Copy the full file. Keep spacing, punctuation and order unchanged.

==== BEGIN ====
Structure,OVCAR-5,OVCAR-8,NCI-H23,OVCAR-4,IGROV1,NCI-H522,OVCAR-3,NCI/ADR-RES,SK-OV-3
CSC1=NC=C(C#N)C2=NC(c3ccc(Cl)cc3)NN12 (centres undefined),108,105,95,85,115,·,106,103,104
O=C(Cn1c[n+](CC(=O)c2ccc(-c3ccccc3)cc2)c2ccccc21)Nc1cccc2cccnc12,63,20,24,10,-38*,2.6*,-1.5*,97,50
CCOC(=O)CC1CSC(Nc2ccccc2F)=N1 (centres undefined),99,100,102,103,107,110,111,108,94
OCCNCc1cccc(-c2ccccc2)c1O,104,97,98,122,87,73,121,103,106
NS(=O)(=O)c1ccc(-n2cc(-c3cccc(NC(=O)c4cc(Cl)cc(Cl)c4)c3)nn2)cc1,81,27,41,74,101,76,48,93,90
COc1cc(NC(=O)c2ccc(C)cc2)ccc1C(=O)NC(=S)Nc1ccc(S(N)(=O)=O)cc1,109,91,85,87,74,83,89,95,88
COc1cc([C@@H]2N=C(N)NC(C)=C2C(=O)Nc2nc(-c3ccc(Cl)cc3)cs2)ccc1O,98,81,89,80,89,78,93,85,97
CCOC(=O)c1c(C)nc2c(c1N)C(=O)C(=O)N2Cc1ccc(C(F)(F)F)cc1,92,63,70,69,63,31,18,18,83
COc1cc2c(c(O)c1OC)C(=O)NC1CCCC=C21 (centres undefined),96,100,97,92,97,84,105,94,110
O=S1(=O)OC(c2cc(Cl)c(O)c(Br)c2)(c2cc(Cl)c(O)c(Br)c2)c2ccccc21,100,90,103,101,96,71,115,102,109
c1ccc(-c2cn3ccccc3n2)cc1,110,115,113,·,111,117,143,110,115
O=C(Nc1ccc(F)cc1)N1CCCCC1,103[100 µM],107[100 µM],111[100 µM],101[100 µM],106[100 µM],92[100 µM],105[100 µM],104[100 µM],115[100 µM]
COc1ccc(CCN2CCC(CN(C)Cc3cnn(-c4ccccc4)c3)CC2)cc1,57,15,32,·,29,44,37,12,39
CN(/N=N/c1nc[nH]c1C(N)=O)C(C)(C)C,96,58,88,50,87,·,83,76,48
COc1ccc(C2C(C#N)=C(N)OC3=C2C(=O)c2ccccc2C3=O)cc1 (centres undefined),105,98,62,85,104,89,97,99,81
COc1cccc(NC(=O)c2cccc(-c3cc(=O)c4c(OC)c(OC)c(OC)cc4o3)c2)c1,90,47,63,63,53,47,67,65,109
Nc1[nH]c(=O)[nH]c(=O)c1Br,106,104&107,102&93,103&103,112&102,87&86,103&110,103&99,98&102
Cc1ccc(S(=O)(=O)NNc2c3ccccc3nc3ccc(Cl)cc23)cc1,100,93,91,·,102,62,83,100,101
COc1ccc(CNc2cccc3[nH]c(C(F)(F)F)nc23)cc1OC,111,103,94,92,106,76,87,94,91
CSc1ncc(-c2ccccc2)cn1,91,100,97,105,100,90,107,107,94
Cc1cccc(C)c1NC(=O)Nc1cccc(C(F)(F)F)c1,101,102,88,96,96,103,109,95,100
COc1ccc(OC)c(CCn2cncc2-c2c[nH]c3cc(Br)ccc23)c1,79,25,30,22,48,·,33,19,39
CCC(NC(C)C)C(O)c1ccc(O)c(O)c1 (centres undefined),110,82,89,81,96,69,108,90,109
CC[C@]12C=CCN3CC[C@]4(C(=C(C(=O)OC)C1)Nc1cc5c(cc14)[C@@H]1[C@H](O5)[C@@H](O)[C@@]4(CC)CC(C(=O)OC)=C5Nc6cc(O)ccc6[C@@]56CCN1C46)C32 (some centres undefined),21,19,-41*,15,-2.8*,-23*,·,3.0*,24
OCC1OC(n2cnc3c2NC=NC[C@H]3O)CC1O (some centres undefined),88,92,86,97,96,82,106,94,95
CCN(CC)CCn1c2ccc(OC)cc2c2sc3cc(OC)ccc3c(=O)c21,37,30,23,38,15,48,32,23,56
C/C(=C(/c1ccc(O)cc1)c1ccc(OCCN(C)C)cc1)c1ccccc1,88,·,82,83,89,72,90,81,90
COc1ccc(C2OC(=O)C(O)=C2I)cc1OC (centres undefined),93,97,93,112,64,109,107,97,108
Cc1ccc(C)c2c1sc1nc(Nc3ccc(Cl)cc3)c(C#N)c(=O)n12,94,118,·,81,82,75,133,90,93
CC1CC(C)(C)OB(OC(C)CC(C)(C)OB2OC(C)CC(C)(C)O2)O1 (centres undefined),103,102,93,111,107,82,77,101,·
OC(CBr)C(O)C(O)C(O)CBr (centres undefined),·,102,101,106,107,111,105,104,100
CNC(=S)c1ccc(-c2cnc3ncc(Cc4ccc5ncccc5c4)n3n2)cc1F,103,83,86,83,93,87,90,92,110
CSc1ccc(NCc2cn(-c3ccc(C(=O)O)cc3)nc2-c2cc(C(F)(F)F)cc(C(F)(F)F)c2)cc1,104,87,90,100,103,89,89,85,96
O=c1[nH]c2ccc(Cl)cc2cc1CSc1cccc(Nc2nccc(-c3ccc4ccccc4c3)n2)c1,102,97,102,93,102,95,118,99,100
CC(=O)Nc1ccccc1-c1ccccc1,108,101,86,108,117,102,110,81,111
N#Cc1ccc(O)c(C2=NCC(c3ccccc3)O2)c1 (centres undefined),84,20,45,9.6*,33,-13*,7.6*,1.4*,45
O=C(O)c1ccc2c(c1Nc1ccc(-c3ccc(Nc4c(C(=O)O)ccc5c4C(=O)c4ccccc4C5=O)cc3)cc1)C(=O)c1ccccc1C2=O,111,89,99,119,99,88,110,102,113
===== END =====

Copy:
Structure,OVCAR-5,OVCAR-8,NCI-H23,OVCAR-4,IGROV1,NCI-H522,OVCAR-3,NCI/ADR-RES,SK-OV-3
CSC1=NC=C(C#N)C2=NC(c3ccc(Cl)cc3)NN12 (centres undefined),108,105,95,85,115,·,106,103,104
O=C(Cn1c[n+](CC(=O)c2ccc(-c3ccccc3)cc2)c2ccccc21)Nc1cccc2cccnc12,63,20,24,10,-38*,2.6*,-1.5*,97,50
CCOC(=O)CC1CSC(Nc2ccccc2F)=N1 (centres undefined),99,100,102,103,107,110,111,108,94
OCCNCc1cccc(-c2ccccc2)c1O,104,97,98,122,87,73,121,103,106
NS(=O)(=O)c1ccc(-n2cc(-c3cccc(NC(=O)c4cc(Cl)cc(Cl)c4)c3)nn2)cc1,81,27,41,74,101,76,48,93,90
COc1cc(NC(=O)c2ccc(C)cc2)ccc1C(=O)NC(=S)Nc1ccc(S(N)(=O)=O)cc1,109,91,85,87,74,83,89,95,88
COc1cc([C@@H]2N=C(N)NC(C)=C2C(=O)Nc2nc(-c3ccc(Cl)cc3)cs2)ccc1O,98,81,89,80,89,78,93,85,97
CCOC(=O)c1c(C)nc2c(c1N)C(=O)C(=O)N2Cc1ccc(C(F)(F)F)cc1,92,63,70,69,63,31,18,18,83
COc1cc2c(c(O)c1OC)C(=O)NC1CCCC=C21 (centres undefined),96,100,97,92,97,84,105,94,110
O=S1(=O)OC(c2cc(Cl)c(O)c(Br)c2)(c2cc(Cl)c(O)c(Br)c2)c2ccccc21,100,90,103,101,96,71,115,102,109
c1ccc(-c2cn3ccccc3n2)cc1,110,115,113,·,111,117,143,110,115
O=C(Nc1ccc(F)cc1)N1CCCCC1,103[100 µM],107[100 µM],111[100 µM],101[100 µM],106[100 µM],92[100 µM],105[100 µM],104[100 µM],115[100 µM]
COc1ccc(CCN2CCC(CN(C)Cc3cnn(-c4ccccc4)c3)CC2)cc1,57,15,32,·,29,44,37,12,39
CN(/N=N/c1nc[nH]c1C(N)=O)C(C)(C)C,96,58,88,50,87,·,83,76,48
COc1ccc(C2C(C#N)=C(N)OC3=C2C(=O)c2ccccc2C3=O)cc1 (centres undefined),105,98,62,85,104,89,97,99,81
COc1cccc(NC(=O)c2cccc(-c3cc(=O)c4c(OC)c(OC)c(OC)cc4o3)c2)c1,90,47,63,63,53,47,67,65,109
Nc1[nH]c(=O)[nH]c(=O)c1Br,106,104&107,102&93,103&103,112&102,87&86,103&110,103&99,98&102
Cc1ccc(S(=O)(=O)NNc2c3ccccc3nc3ccc(Cl)cc23)cc1,100,93,91,·,102,62,83,100,101
COc1ccc(CNc2cccc3[nH]c(C(F)(F)F)nc23)cc1OC,111,103,94,92,106,76,87,94,91
CSc1ncc(-c2ccccc2)cn1,91,100,97,105,100,90,107,107,94
Cc1cccc(C)c1NC(=O)Nc1cccc(C(F)(F)F)c1,101,102,88,96,96,103,109,95,100
COc1ccc(OC)c(CCn2cncc2-c2c[nH]c3cc(Br)ccc23)c1,79,25,30,22,48,·,33,19,39
CCC(NC(C)C)C(O)c1ccc(O)c(O)c1 (centres undefined),110,82,89,81,96,69,108,90,109
CC[C@]12C=CCN3CC[C@]4(C(=C(C(=O)OC)C1)Nc1cc5c(cc14)[C@@H]1[C@H](O5)[C@@H](O)[C@@]4(CC)CC(C(=O)OC)=C5Nc6cc(O)ccc6[C@@]56CCN1C46)C32 (some centres undefined),21,19,-41*,15,-2.8*,-23*,·,3.0*,24
OCC1OC(n2cnc3c2NC=NC[C@H]3O)CC1O (some centres undefined),88,92,86,97,96,82,106,94,95
CCN(CC)CCn1c2ccc(OC)cc2c2sc3cc(OC)ccc3c(=O)c21,37,30,23,38,15,48,32,23,56
C/C(=C(/c1ccc(O)cc1)c1ccc(OCCN(C)C)cc1)c1ccccc1,88,·,82,83,89,72,90,81,90
COc1ccc(C2OC(=O)C(O)=C2I)cc1OC (centres undefined),93,97,93,112,64,109,107,97,108
Cc1ccc(C)c2c1sc1nc(Nc3ccc(Cl)cc3)c(C#N)c(=O)n12,94,118,·,81,82,75,133,90,93
CC1CC(C)(C)OB(OC(C)CC(C)(C)OB2OC(C)CC(C)(C)O2)O1 (centres undefined),103,102,93,111,107,82,77,101,·
OC(CBr)C(O)C(O)C(O)CBr (centres undefined),·,102,101,106,107,111,105,104,100
CNC(=S)c1ccc(-c2cnc3ncc(Cc4ccc5ncccc5c4)n3n2)cc1F,103,83,86,83,93,87,90,92,110
CSc1ccc(NCc2cn(-c3ccc(C(=O)O)cc3)nc2-c2cc(C(F)(F)F)cc(C(F)(F)F)c2)cc1,104,87,90,100,103,89,89,85,96
O=c1[nH]c2ccc(Cl)cc2cc1CSc1cccc(Nc2nccc(-c3ccc4ccccc4c3)n2)c1,102,97,102,93,102,95,118,99,100
CC(=O)Nc1ccccc1-c1ccccc1,108,101,86,108,117,102,110,81,111
N#Cc1ccc(O)c(C2=NCC(c3ccccc3)O2)c1 (centres undefined),84,20,45,9.6*,33,-13*,7.6*,1.4*,45
O=C(O)c1ccc2c(c1Nc1ccc(-c3ccc(Nc4c(C(=O)O)ccc5c4C(=O)c4ccccc4C5=O)cc3)cc1)C(=O)c1ccccc1C2=O,111,89,99,119,99,88,110,102,113